- Wednesday 13th May 2015
- Posted in activities, beaches, cycling, distillery, events, food and drink, guest post, natural Scotland, photography, the real scotland, whisky, wildlife
Islay, one of Scotland’s Inner Hebrides, is world renowned for its wildlife, weather and whisky. It can become a very personal place for many, including our guest writer, graphic designer and curious explorer, Ali Campbell.
Islay – From Childhood, Forever.
Islay has always been a place that I have been drawn to. The seeds of fascination were sown early from pages of black and white photographs in old family albums of summer days on the beach at Blackrock. Among the faces in the photographs, though they didn’t know it yet, were the people that I came to know as my mother and my grandma and grandpa.
My mum was brought up on Islay and such is the friendliness of the place, that despite not having lived there for 50 years, she can still bump into someone she knows on Main Street in Bowmore and be welcomed in for an impromptu cup of tea.
They lived in the former fever hospital at Gart na Tra. In 1992, long after my grandparents had left, the building was beautifully renovated and opened as the Columba Centre, a hub for Gaelic culture and language.
The last photograph of my grandmother was taken at the Centre during a weekend visit with my mum, outside what was her old front door. She died the night after they left.
Many will say that their memory of childhood holidays is that the sun shone constantly. While there have been plenty of sun-filled times on Islay, it was the first place I really recall experiencing honest weather. One spring holiday, I remember, for the first time, feeling the romance of a harsh wind gusting along a wide expanse of beach; being part of the elements, completely enveloped. Islay is an island whose communities have been shaped by its weather and its geography, as has its whisky.
As a boy, I remember going to see the cask stores at mothballed distilleries and even at a young age, being fascinated by some of the numbers stencilled onto the barrels, dating back further than I could imagine. It always stuck with me being told how much Islay’s whisky is influenced by the peat and the sea.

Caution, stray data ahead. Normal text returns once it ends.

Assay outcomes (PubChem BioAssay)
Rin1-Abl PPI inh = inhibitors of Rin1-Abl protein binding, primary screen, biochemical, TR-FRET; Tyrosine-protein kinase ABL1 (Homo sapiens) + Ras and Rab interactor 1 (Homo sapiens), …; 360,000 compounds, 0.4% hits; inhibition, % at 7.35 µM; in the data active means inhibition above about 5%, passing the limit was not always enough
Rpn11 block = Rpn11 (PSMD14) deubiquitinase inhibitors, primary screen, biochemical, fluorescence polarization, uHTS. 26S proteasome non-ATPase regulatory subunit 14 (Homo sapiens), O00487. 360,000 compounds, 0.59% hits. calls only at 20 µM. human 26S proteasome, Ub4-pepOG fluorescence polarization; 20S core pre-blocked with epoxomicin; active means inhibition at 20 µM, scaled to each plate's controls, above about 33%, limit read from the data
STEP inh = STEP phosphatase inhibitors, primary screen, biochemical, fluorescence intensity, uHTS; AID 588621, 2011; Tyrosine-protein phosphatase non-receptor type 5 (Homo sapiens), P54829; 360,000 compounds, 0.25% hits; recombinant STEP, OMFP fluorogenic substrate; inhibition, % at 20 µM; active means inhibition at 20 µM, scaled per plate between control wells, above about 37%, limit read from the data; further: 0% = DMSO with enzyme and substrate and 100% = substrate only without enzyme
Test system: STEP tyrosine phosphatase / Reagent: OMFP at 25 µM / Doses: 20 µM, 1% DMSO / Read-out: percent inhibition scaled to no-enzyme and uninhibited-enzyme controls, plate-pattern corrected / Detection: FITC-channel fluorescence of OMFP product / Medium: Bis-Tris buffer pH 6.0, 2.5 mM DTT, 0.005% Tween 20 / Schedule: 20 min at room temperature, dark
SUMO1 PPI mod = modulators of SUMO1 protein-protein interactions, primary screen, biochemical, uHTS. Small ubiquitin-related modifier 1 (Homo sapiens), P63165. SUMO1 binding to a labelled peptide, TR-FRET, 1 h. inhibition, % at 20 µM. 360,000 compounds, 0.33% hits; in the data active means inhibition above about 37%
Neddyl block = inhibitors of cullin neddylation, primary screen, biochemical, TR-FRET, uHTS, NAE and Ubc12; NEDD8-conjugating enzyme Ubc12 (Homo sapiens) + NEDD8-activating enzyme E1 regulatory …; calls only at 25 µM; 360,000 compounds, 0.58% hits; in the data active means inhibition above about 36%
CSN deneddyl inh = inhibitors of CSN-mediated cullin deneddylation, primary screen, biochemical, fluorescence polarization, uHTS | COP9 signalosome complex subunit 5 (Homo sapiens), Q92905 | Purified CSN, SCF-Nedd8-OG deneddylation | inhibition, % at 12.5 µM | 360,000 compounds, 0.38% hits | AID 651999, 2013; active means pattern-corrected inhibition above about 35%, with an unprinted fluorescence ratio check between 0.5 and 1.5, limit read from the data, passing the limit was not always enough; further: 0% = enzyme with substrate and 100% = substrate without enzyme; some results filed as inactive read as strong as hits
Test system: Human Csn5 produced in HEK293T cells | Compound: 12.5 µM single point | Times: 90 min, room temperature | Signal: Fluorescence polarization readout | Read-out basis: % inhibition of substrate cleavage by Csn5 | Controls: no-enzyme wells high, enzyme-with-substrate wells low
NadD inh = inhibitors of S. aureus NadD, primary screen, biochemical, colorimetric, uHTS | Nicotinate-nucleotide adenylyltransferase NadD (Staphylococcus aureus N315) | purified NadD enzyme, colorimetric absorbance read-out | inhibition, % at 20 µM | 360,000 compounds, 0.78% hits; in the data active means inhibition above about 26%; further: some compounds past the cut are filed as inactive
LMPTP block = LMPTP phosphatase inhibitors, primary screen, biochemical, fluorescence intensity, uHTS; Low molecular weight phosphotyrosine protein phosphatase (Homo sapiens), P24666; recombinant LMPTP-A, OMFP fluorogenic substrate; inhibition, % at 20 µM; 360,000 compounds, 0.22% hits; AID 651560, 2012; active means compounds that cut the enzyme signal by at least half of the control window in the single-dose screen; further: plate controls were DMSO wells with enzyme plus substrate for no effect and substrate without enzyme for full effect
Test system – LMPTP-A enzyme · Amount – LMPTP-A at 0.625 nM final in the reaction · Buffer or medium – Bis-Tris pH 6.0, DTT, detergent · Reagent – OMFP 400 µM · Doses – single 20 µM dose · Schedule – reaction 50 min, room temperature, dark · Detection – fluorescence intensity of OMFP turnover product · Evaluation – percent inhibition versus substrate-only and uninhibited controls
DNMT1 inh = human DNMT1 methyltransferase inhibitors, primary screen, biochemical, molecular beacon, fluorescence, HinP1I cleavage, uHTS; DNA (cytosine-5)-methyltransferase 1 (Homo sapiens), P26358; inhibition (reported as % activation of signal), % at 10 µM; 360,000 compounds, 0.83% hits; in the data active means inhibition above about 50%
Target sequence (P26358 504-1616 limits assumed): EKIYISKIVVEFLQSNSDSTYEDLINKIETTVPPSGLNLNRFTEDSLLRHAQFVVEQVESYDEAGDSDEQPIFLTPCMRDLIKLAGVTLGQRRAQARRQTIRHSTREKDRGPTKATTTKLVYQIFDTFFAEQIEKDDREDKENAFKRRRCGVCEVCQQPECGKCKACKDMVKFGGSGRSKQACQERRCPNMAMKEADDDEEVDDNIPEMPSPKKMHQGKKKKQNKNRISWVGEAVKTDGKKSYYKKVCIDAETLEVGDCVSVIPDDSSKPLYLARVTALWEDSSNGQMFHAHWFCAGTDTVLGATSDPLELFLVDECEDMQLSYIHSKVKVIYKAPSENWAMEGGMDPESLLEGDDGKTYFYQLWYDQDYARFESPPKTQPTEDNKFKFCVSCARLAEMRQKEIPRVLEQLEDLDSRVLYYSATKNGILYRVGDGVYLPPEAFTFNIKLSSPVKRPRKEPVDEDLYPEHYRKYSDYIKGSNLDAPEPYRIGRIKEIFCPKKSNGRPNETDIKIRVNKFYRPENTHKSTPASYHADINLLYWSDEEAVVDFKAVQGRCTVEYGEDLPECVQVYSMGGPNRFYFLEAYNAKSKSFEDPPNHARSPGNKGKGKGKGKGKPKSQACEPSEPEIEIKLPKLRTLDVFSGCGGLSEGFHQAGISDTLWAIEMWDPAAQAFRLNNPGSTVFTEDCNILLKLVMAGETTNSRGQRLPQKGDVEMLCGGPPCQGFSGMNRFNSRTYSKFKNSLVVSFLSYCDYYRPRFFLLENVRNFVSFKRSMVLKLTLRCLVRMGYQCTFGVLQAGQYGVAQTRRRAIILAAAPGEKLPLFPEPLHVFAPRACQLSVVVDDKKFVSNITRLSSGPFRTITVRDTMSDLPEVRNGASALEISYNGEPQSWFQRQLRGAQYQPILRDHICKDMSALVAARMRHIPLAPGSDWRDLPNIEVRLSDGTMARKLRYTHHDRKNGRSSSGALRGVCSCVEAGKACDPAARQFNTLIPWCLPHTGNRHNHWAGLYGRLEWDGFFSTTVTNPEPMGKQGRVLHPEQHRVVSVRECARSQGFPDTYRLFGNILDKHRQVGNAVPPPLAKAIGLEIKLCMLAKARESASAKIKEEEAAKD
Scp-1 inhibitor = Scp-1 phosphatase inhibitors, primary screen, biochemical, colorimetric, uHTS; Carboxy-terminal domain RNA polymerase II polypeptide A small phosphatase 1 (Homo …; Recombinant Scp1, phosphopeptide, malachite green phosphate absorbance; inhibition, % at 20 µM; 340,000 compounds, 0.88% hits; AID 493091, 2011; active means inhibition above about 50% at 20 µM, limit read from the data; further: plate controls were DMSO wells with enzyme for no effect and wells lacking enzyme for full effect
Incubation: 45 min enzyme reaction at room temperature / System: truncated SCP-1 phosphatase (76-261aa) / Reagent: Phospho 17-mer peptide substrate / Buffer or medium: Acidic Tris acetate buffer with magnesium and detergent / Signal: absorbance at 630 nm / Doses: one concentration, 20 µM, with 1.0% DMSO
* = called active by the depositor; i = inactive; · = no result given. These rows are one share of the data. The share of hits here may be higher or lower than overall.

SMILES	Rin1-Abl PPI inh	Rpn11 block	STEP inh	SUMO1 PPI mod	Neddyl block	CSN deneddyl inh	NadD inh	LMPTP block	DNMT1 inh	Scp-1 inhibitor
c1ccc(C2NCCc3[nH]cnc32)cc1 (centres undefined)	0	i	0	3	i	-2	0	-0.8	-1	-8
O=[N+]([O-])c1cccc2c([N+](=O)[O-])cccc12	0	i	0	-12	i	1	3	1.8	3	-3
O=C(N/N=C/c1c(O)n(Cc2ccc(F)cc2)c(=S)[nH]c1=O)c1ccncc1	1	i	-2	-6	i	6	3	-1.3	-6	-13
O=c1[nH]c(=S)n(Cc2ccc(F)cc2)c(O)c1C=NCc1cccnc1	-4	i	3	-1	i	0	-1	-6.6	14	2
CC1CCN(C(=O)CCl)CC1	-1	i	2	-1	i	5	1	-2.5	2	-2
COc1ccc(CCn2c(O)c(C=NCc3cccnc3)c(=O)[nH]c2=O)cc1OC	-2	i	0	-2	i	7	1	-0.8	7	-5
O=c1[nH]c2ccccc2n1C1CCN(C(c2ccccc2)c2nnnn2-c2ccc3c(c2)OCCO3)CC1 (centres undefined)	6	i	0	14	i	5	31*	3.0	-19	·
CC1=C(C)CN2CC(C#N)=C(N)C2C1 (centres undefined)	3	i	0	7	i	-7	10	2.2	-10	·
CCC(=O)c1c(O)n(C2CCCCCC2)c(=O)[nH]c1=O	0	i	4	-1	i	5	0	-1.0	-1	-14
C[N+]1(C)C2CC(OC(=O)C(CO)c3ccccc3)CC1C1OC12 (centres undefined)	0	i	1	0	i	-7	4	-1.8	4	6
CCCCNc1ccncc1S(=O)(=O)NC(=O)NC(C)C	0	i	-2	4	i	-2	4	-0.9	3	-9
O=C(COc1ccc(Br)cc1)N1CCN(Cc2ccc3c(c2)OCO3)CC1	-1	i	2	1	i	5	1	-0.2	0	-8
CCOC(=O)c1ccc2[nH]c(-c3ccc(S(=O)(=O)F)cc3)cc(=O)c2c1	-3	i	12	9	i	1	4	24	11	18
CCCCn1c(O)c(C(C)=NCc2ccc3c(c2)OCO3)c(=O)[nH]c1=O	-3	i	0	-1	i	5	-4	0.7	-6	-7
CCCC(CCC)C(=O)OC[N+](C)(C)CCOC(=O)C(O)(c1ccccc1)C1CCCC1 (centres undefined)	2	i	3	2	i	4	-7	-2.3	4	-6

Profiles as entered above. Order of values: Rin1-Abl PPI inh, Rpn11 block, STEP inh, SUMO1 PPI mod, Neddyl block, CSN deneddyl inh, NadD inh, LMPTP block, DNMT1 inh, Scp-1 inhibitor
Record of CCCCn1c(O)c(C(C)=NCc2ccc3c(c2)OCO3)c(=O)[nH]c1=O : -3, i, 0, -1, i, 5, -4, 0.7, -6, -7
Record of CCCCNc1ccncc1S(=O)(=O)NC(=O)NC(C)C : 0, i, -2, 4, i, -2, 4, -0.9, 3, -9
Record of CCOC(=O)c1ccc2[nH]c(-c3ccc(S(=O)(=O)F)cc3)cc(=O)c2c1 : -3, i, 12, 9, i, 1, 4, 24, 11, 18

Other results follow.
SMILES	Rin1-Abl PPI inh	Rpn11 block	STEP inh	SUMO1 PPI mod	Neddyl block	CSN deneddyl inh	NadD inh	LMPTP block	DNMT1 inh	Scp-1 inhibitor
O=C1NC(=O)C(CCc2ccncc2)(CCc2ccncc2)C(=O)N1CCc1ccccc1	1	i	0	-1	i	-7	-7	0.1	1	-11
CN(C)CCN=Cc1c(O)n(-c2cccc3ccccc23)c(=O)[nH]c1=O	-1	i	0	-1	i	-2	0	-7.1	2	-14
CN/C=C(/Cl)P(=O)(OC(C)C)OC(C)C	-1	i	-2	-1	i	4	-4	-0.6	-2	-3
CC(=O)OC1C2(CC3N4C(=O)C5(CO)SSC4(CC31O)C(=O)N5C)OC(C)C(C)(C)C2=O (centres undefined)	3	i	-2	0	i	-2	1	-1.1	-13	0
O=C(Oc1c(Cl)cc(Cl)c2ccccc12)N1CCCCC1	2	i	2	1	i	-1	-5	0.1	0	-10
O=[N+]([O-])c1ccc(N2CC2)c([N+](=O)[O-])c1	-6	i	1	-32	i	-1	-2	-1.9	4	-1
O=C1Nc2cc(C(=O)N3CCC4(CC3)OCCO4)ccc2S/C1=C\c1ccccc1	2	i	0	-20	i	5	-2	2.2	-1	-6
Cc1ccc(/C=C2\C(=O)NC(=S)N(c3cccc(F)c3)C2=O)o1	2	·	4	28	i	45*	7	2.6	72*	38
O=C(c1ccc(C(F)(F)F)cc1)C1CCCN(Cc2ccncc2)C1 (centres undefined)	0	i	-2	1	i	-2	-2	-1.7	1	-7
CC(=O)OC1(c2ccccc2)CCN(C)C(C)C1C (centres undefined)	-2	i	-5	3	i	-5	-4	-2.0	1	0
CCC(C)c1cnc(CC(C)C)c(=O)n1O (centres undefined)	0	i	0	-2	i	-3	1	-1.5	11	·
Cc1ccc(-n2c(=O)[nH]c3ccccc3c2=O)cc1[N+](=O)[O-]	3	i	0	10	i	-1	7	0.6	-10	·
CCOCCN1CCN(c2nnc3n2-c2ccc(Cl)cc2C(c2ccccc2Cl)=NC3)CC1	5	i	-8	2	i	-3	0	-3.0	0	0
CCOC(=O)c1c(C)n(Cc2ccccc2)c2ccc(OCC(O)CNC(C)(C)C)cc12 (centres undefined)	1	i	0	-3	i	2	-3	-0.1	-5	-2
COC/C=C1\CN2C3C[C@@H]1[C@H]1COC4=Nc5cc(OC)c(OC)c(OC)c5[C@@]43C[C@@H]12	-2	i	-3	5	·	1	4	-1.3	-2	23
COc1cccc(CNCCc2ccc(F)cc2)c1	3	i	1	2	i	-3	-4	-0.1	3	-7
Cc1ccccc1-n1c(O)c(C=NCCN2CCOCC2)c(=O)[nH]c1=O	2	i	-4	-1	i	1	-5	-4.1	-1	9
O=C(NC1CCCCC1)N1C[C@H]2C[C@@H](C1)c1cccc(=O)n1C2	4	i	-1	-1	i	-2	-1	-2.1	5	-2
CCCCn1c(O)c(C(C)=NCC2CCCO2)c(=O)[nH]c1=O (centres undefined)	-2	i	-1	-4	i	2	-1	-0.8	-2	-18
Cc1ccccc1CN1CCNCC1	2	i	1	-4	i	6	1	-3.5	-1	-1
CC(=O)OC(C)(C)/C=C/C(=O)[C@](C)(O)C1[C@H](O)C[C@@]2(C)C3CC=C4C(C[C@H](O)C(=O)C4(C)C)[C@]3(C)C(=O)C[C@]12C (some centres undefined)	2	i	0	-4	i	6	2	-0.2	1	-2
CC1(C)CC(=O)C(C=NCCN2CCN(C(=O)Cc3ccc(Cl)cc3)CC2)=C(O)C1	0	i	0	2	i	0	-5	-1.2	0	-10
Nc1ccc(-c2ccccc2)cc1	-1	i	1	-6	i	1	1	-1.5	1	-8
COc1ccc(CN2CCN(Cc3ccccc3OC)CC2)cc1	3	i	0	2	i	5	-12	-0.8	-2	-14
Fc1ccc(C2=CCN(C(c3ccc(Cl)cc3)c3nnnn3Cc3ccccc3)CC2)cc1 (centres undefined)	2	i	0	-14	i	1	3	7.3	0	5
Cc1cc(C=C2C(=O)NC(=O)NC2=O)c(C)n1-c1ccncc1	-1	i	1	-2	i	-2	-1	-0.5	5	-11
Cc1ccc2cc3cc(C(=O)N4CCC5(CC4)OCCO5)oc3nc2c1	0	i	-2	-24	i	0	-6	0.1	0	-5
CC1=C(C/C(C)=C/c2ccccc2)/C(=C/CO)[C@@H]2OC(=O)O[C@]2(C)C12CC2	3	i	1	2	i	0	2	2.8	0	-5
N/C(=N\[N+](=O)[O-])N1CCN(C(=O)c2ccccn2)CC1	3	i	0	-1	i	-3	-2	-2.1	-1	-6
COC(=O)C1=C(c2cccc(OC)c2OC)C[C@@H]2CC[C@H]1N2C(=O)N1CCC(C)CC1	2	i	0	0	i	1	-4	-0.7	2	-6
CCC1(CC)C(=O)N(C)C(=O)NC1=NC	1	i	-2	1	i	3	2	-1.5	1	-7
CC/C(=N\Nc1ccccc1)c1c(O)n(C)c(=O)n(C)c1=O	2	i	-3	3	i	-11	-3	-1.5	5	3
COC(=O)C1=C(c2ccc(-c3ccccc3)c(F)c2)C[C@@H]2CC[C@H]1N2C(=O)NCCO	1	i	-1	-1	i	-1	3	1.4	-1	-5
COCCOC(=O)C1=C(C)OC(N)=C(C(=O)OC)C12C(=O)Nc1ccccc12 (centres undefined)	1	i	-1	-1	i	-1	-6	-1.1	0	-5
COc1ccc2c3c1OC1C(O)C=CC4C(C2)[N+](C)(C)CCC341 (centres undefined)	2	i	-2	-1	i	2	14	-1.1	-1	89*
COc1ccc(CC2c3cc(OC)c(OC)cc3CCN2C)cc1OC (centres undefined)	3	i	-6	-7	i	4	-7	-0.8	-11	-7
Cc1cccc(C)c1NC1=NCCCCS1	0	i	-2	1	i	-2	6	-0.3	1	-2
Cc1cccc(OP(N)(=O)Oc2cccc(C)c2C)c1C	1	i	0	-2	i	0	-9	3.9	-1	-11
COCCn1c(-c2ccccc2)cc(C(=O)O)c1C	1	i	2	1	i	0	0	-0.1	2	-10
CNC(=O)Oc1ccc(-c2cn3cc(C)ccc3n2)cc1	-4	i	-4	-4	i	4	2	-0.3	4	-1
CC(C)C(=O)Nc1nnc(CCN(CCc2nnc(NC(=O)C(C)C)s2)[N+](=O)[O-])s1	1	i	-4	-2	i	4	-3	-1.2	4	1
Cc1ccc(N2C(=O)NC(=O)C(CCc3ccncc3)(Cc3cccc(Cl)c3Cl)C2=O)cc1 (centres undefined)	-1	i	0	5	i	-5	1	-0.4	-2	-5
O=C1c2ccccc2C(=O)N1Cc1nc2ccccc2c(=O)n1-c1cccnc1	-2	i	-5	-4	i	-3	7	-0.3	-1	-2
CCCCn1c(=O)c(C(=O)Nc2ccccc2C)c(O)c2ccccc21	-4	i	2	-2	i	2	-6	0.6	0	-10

I have been back to Islay numerous times as an adult and thankfully a good few of the mothballed distilleries have reopened since my childhood visits and it was the whisky that took me back not so long ago for a long weekend, with distillery tours of Ardbeg and Laphroig. In fact, as a friend of Laphroig, I have a lifetime lease of a square foot sized plot on the island. While that clearly doesn’t make me an Ileach (someone born and bred on Islay), it simply adds to my affinity for the place.
There are 9 active distilleries on the island, producing some of the world’s finest Scotch Whisky. New names like Kilchoman and Gartbreck join the stalwarts of Lagavullin, Caol Ila and the three Bs – Bowmore, Bunnahabhain and Bruichladdich. Bruichladdich also produces The Botanist, a fine gin influenced by 22 island botanicals, including the ever present heather!
Each distillery is unique, every one with their own distinctive whiskies that you could spend a lifetime and a small mortgage exploring.
Travelling round Islay is easy. None of the villages are particularly far apart. I have walked and driven the mainly single track roads. With the friendly nature of the islanders, it is easier to hitchhike than get a taxi. It’s also relatively flat, so a great place to cycle, immersed in nature and surrounded by wildlife.
Next time I go back I hope to take part in The Ride of the Falling Rain, a 100 mile cycle along Islay’s (often bumpy) roads. Until then I will live with my memories of clean, invigorating air; glorious sunsets; peat stacks; cooking breakfast on the beach; salt on the wind; nights around pub fires. Every time I smell burning peat or bring a dram to my lips, I’m back there.
Islay is a special place, a personal place, a place I have known as child and adult. Islay is a place I want my children to get to know.